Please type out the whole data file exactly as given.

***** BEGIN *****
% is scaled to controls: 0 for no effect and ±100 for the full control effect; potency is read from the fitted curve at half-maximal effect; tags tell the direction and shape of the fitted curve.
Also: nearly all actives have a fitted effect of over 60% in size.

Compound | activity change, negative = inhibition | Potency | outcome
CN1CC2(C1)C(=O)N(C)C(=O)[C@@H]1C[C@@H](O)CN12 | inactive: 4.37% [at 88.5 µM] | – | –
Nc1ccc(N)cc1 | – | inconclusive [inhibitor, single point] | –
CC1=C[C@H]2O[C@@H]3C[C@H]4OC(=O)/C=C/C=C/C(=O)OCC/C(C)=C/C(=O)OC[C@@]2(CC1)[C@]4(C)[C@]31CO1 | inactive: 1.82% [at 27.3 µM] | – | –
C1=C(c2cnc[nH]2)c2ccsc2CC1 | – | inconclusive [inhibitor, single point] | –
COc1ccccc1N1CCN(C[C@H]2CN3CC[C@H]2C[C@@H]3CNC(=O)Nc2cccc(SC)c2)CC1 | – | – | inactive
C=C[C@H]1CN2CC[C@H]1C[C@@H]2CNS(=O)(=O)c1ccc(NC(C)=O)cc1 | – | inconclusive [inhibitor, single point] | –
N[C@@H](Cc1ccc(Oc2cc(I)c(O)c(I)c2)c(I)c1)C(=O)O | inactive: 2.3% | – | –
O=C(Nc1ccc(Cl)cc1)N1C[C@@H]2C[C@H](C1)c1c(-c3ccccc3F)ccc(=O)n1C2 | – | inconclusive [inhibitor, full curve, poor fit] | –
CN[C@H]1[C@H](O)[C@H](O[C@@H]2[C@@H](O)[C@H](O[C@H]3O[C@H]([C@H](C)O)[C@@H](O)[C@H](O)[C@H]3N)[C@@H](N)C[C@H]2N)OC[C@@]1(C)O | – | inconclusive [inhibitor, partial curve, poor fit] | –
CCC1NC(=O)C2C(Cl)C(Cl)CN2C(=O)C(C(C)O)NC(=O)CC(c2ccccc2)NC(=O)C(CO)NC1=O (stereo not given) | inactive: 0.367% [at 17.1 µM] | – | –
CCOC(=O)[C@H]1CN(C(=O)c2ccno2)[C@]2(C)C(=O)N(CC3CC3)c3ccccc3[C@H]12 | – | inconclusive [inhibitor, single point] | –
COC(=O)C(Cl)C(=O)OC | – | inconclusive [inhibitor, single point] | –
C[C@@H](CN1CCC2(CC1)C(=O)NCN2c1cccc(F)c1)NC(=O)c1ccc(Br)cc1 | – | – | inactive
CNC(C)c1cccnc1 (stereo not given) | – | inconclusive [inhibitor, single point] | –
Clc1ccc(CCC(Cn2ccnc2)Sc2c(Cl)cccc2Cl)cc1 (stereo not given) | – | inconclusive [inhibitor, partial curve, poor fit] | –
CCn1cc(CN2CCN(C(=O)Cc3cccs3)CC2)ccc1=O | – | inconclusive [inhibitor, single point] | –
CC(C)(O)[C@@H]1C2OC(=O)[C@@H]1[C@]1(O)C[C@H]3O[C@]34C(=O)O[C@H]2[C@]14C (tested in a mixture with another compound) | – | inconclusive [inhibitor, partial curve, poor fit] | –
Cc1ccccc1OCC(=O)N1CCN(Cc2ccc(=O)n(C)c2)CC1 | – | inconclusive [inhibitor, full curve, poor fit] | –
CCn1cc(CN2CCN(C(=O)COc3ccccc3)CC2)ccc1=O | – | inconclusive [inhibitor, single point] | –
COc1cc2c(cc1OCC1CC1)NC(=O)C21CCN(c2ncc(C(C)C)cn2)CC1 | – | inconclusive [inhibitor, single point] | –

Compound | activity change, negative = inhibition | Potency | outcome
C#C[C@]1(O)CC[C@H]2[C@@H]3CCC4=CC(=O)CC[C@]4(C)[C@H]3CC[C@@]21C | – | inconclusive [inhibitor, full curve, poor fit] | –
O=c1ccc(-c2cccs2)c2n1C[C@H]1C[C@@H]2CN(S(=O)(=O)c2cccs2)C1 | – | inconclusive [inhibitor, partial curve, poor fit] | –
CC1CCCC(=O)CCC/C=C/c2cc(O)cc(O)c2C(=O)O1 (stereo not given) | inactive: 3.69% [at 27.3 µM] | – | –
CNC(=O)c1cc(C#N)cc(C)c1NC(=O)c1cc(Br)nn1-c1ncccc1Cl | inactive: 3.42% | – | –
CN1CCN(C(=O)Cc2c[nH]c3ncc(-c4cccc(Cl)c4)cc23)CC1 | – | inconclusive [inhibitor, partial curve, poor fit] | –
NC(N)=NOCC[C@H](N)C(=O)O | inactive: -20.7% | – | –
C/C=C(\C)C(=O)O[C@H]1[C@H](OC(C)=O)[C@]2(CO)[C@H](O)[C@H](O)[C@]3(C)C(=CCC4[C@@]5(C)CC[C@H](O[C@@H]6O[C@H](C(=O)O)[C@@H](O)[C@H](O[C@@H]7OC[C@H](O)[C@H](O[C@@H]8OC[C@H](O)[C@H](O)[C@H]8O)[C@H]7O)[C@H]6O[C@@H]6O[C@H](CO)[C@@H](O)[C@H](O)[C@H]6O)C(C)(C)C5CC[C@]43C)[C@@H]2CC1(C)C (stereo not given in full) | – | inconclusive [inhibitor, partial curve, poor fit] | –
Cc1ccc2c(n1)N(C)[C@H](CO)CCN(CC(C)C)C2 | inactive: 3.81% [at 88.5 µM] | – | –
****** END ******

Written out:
% is scaled to controls: 0 for no effect and ±100 for the full control effect; potency is read from the fitted curve at half-maximal effect; tags tell the direction and shape of the fitted curve.
Also: nearly all actives have a fitted effect of over 60% in size.

Compound | activity change, negative = inhibition | Potency | outcome
CN1CC2(C1)C(=O)N(C)C(=O)[C@@H]1C[C@@H](O)CN12 | inactive: 4.37% [at 88.5 µM] | – | –
Nc1ccc(N)cc1 | – | inconclusive [inhibitor, single point] | –
CC1=C[C@H]2O[C@@H]3C[C@H]4OC(=O)/C=C/C=C/C(=O)OCC/C(C)=C/C(=O)OC[C@@]2(CC1)[C@]4(C)[C@]31CO1 | inactive: 1.82% [at 27.3 µM] | – | –
C1=C(c2cnc[nH]2)c2ccsc2CC1 | – | inconclusive [inhibitor, single point] | –
COc1ccccc1N1CCN(C[C@H]2CN3CC[C@H]2C[C@@H]3CNC(=O)Nc2cccc(SC)c2)CC1 | – | – | inactive
C=C[C@H]1CN2CC[C@H]1C[C@@H]2CNS(=O)(=O)c1ccc(NC(C)=O)cc1 | – | inconclusive [inhibitor, single point] | –
N[C@@H](Cc1ccc(Oc2cc(I)c(O)c(I)c2)c(I)c1)C(=O)O | inactive: 2.3% | – | –
O=C(Nc1ccc(Cl)cc1)N1C[C@@H]2C[C@H](C1)c1c(-c3ccccc3F)ccc(=O)n1C2 | – | inconclusive [inhibitor, full curve, poor fit] | –
CN[C@H]1[C@H](O)[C@H](O[C@@H]2[C@@H](O)[C@H](O[C@H]3O[C@H]([C@H](C)O)[C@@H](O)[C@H](O)[C@H]3N)[C@@H](N)C[C@H]2N)OC[C@@]1(C)O | – | inconclusive [inhibitor, partial curve, poor fit] | –
CCC1NC(=O)C2C(Cl)C(Cl)CN2C(=O)C(C(C)O)NC(=O)CC(c2ccccc2)NC(=O)C(CO)NC1=O (stereo not given) | inactive: 0.367% [at 17.1 µM] | – | –
CCOC(=O)[C@H]1CN(C(=O)c2ccno2)[C@]2(C)C(=O)N(CC3CC3)c3ccccc3[C@H]12 | – | inconclusive [inhibitor, single point] | –
COC(=O)C(Cl)C(=O)OC | – | inconclusive [inhibitor, single point] | –
C[C@@H](CN1CCC2(CC1)C(=O)NCN2c1cccc(F)c1)NC(=O)c1ccc(Br)cc1 | – | – | inactive
CNC(C)c1cccnc1 (stereo not given) | – | inconclusive [inhibitor, single point] | –
Clc1ccc(CCC(Cn2ccnc2)Sc2c(Cl)cccc2Cl)cc1 (stereo not given) | – | inconclusive [inhibitor, partial curve, poor fit] | –
CCn1cc(CN2CCN(C(=O)Cc3cccs3)CC2)ccc1=O | – | inconclusive [inhibitor, single point] | –
CC(C)(O)[C@@H]1C2OC(=O)[C@@H]1[C@]1(O)C[C@H]3O[C@]34C(=O)O[C@H]2[C@]14C (tested in a mixture with another compound) | – | inconclusive [inhibitor, partial curve, poor fit] | –
Cc1ccccc1OCC(=O)N1CCN(Cc2ccc(=O)n(C)c2)CC1 | – | inconclusive [inhibitor, full curve, poor fit] | –
CCn1cc(CN2CCN(C(=O)COc3ccccc3)CC2)ccc1=O | – | inconclusive [inhibitor, single point] | –
COc1cc2c(cc1OCC1CC1)NC(=O)C21CCN(c2ncc(C(C)C)cn2)CC1 | – | inconclusive [inhibitor, single point] | –

Compound | activity change, negative = inhibition | Potency | outcome
C#C[C@]1(O)CC[C@H]2[C@@H]3CCC4=CC(=O)CC[C@]4(C)[C@H]3CC[C@@]21C | – | inconclusive [inhibitor, full curve, poor fit] | –
O=c1ccc(-c2cccs2)c2n1C[C@H]1C[C@@H]2CN(S(=O)(=O)c2cccs2)C1 | – | inconclusive [inhibitor, partial curve, poor fit] | –
CC1CCCC(=O)CCC/C=C/c2cc(O)cc(O)c2C(=O)O1 (stereo not given) | inactive: 3.69% [at 27.3 µM] | – | –
CNC(=O)c1cc(C#N)cc(C)c1NC(=O)c1cc(Br)nn1-c1ncccc1Cl | inactive: 3.42% | – | –
CN1CCN(C(=O)Cc2c[nH]c3ncc(-c4cccc(Cl)c4)cc23)CC1 | – | inconclusive [inhibitor, partial curve, poor fit] | –
NC(N)=NOCC[C@H](N)C(=O)O | inactive: -20.7% | – | –
C/C=C(\C)C(=O)O[C@H]1[C@H](OC(C)=O)[C@]2(CO)[C@H](O)[C@H](O)[C@]3(C)C(=CCC4[C@@]5(C)CC[C@H](O[C@@H]6O[C@H](C(=O)O)[C@@H](O)[C@H](O[C@@H]7OC[C@H](O)[C@H](O[C@@H]8OC[C@H](O)[C@H](O)[C@H]8O)[C@H]7O)[C@H]6O[C@@H]6O[C@H](CO)[C@@H](O)[C@H](O)[C@H]6O)C(C)(C)C5CC[C@]43C)[C@@H]2CC1(C)C (stereo not given in full) | – | inconclusive [inhibitor, partial curve, poor fit] | –
Cc1ccc2c(n1)N(C)[C@H](CO)CCN(CC(C)C)C2 | inactive: 3.81% [at 88.5 µM] | – | –